Can I be like Jack when he hears music? All that is available in this best-selling book, in and of itself, promises at the very least a compelling read. But it offers SO much more than that. It’s a significant portion of the life-giving provision promised by the Giver of all good things.
Still, I can catch myself approaching it with preconceived ideas/baggage that can make it difficult to for me to honestly delight in it.
- Jack is not a genre snob. He grooves to the cheesy 80’s, squeals to children’s gospel, rocks to ‘90’s Alternative and yes bumps to the teen sensation Jonas Brothers. His favorite is the heavy rap dished to us at Finish Line (my oldest’s favorite shoe store at the mall.) But it doesn’t really matter. He could care less. So when I’m in the mood to be transported to my youth with a little England Dan and John Ford Coley, Bread, or Jim Croce, Jack’s there loving every minute with me.
When I watch him, I can’t help but be compelled by the implications. Do I grasp what is behind Scripture? Whatever the story, whatever the book within the book, do I get that God is behind it all? When I’m reading the gut-wrenching story of Job, do I grasp the powerful underlying message that God is in control/Lord over every situation and all circumstances?
And – when I’m dutifully reading through one of the many mind-numbing lists of who begat whom lineages do I think beyond the names and look at the significance? That the Lord knows every single person by name and has a purpose for each and every one? Or, am I so consumed with how it serves me that I can’t get beyond myself to see God behind all the words?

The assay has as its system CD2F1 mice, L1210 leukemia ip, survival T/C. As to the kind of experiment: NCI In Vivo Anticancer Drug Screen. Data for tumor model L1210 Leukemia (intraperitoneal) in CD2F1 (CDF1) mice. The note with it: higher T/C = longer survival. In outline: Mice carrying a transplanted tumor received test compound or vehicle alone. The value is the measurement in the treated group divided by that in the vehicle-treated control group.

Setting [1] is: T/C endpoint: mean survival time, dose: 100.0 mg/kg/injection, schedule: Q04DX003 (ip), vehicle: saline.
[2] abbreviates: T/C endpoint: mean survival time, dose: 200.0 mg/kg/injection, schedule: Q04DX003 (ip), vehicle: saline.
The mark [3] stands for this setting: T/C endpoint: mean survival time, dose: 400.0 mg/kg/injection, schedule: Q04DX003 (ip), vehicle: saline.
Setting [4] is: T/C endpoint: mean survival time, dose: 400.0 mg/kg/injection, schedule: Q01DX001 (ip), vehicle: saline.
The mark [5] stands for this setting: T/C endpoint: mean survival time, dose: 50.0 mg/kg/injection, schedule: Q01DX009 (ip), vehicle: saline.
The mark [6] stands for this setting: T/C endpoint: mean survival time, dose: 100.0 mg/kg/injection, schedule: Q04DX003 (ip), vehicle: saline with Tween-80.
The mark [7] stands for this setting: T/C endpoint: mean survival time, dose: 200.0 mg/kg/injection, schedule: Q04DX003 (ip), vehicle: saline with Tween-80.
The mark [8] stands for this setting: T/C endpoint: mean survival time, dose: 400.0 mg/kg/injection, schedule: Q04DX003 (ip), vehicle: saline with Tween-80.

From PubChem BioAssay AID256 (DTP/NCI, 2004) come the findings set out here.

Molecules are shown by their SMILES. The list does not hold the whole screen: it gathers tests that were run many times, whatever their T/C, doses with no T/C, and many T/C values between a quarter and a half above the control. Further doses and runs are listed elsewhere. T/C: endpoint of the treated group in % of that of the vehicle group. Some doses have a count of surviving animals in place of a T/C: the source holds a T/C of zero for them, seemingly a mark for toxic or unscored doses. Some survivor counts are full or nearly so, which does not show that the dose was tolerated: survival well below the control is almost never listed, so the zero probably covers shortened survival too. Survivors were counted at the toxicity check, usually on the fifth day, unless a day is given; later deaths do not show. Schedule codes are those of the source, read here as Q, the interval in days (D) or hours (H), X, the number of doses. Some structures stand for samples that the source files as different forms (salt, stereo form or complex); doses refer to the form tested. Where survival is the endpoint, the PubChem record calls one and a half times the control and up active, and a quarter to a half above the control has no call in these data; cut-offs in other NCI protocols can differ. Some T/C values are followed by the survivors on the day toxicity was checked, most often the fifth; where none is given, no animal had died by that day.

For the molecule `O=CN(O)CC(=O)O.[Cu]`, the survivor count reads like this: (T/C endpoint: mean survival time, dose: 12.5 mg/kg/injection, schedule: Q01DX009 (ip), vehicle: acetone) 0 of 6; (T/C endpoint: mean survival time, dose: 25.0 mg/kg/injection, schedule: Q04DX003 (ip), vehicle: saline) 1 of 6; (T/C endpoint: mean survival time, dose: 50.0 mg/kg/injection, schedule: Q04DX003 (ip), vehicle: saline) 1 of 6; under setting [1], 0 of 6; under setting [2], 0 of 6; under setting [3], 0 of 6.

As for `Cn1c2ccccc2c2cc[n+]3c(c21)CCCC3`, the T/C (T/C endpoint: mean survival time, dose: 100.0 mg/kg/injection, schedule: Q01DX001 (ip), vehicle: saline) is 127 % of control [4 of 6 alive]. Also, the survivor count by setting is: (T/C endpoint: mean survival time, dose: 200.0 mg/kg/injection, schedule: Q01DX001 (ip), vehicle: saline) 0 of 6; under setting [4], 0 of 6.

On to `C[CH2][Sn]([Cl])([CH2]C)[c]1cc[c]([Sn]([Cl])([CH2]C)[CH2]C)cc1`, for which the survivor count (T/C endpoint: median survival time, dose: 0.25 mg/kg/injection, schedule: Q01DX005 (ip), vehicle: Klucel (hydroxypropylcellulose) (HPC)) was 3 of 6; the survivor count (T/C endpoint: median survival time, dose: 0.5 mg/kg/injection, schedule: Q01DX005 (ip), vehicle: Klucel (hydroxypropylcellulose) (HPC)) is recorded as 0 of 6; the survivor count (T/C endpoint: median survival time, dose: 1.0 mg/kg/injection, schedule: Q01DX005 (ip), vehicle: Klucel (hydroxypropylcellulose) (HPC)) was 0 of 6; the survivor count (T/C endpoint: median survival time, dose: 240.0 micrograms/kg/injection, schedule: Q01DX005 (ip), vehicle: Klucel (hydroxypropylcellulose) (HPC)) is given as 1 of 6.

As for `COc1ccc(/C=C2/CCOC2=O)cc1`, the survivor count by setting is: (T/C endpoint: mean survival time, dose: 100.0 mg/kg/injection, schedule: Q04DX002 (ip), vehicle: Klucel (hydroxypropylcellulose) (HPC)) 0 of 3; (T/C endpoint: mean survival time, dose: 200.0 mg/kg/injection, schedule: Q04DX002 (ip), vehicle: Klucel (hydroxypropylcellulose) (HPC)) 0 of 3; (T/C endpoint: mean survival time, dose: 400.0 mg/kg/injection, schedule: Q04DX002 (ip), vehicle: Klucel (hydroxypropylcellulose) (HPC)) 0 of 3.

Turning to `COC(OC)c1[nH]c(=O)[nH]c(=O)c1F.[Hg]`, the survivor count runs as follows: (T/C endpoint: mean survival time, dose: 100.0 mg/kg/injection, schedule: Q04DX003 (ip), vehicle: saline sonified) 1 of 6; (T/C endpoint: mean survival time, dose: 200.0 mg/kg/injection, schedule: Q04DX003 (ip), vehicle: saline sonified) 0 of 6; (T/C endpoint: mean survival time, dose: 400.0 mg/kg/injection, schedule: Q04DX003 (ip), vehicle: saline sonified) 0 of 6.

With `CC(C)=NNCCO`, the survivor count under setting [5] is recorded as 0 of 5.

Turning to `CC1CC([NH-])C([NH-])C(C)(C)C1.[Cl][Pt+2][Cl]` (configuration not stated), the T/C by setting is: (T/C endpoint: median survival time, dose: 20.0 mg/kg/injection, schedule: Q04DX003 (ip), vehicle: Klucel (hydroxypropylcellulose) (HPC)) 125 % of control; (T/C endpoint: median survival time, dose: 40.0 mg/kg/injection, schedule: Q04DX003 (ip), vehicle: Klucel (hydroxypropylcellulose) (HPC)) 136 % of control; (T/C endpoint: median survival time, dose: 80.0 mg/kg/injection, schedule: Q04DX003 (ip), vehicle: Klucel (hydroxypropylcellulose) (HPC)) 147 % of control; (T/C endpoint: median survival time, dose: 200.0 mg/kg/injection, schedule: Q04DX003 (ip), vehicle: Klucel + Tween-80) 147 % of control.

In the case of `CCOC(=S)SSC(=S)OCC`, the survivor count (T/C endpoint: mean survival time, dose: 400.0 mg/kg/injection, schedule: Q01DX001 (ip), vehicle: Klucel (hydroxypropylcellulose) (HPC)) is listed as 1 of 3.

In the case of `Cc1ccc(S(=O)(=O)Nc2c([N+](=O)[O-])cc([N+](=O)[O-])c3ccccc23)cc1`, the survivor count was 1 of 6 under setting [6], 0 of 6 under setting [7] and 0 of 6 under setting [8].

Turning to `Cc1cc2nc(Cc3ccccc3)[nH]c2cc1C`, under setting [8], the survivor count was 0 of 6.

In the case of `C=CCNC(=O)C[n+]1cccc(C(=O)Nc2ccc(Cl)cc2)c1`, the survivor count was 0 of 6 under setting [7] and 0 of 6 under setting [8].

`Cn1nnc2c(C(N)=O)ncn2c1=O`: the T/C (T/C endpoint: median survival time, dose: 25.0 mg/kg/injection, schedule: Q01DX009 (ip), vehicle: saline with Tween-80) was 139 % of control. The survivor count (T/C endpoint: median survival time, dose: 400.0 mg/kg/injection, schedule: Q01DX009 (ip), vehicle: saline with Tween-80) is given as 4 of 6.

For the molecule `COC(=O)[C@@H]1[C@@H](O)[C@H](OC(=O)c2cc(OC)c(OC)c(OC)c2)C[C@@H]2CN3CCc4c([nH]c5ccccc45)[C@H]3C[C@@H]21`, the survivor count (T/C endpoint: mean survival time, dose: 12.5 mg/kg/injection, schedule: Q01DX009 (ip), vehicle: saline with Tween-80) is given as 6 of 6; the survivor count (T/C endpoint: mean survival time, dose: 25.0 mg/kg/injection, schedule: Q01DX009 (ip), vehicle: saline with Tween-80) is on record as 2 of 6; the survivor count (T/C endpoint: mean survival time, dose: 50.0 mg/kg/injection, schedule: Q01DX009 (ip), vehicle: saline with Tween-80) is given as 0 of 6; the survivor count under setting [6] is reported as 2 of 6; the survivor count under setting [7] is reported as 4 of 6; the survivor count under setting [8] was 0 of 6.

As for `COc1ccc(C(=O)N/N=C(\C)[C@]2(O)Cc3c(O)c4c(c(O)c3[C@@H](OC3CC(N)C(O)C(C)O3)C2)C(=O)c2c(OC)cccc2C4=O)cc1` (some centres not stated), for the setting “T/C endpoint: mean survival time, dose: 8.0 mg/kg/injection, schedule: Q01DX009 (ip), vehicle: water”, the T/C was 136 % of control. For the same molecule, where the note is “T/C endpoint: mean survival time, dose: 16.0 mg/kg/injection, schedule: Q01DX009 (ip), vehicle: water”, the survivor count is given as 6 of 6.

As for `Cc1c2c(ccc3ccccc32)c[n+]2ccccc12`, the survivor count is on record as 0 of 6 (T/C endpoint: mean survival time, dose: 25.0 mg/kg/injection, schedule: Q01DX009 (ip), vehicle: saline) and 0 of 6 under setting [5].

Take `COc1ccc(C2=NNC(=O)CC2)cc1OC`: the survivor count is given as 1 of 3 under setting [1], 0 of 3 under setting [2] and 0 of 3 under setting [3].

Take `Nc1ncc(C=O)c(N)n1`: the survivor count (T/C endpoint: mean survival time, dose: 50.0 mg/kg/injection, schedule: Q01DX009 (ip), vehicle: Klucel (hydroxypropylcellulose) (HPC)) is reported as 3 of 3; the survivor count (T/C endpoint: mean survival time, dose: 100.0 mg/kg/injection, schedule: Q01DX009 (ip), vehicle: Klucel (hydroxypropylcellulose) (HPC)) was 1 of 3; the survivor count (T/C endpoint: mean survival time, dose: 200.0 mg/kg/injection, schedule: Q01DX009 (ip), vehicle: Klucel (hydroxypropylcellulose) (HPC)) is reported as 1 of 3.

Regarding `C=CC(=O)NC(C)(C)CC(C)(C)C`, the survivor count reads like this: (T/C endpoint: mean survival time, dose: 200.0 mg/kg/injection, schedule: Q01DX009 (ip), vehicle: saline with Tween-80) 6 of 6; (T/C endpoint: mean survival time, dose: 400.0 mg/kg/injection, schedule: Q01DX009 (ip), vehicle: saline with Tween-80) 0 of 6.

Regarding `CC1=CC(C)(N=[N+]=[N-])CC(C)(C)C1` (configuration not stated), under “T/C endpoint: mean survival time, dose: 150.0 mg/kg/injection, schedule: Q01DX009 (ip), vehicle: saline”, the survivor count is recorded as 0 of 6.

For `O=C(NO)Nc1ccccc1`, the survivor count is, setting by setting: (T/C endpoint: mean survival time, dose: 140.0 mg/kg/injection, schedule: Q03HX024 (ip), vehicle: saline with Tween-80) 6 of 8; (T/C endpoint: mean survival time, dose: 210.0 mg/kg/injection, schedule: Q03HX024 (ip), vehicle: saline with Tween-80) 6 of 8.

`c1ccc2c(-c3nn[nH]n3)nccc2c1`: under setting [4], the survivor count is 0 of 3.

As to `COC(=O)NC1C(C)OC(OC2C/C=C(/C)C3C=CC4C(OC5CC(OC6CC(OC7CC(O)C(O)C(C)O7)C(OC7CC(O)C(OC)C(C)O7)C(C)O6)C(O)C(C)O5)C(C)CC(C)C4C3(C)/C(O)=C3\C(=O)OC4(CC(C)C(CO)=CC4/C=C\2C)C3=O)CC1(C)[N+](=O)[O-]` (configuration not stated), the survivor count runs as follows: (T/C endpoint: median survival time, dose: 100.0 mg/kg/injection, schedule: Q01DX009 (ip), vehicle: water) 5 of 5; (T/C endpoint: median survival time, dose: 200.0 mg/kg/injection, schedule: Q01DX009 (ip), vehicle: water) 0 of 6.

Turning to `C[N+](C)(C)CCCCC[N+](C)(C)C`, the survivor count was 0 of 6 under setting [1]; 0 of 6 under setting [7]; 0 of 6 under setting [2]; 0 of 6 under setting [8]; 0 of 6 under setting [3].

I think I might be getting to one of the secrets to delighting in God’s Word. I need to quit making it all about me. If Jack was making it all about himself, I know with certainty we would not be watching uninhibited enjoyment of something that instinctively delights him. There’s a pretty big lesson in there for me if I can get it.
- Jack’s complete and utter abandon when introduced to whatever music might have caught his attention impacts the people around him. It happens almost daily. From Benihana’s, to Costco (you know those kiosks, home to sappy albums that you can demo on the spot), to a boombox blasting disco at the house where were trick-or-treating – people can’t help but stop and broadly smile as they themselves find great joy in what delights him. His dancing causes them to stop, to actually hear the music that, before seeing Jack, was just background noise. Then they start to feel the beat with him. For me, my moment is brighter whenever I catch him dancing. I stop and back out the pressing issue is at hand, and I spend a few minutes enjoy the moment. How much more might Scripture do the same if I sought delighting in it.
If Jack had some agenda in his love of music, not only would he not be as carefree in his unbridled joy, he would be crippled by some desire to force smiles from his little audiences. Instead it is totally spontaneous. Spontaneous because it’s genuine.
Over the last few years as I’ve approached Scripture anew – in an effort to know God rather some self-indictment or rule book – I’ve realized that that I actually can “delight” in it, in the same way that Jack hears his tunes. The Lord’s love interlaced through all the words (even those that can appear cold on the surface) can pulse through me like the notes that go in Jack’s ears and out his toes.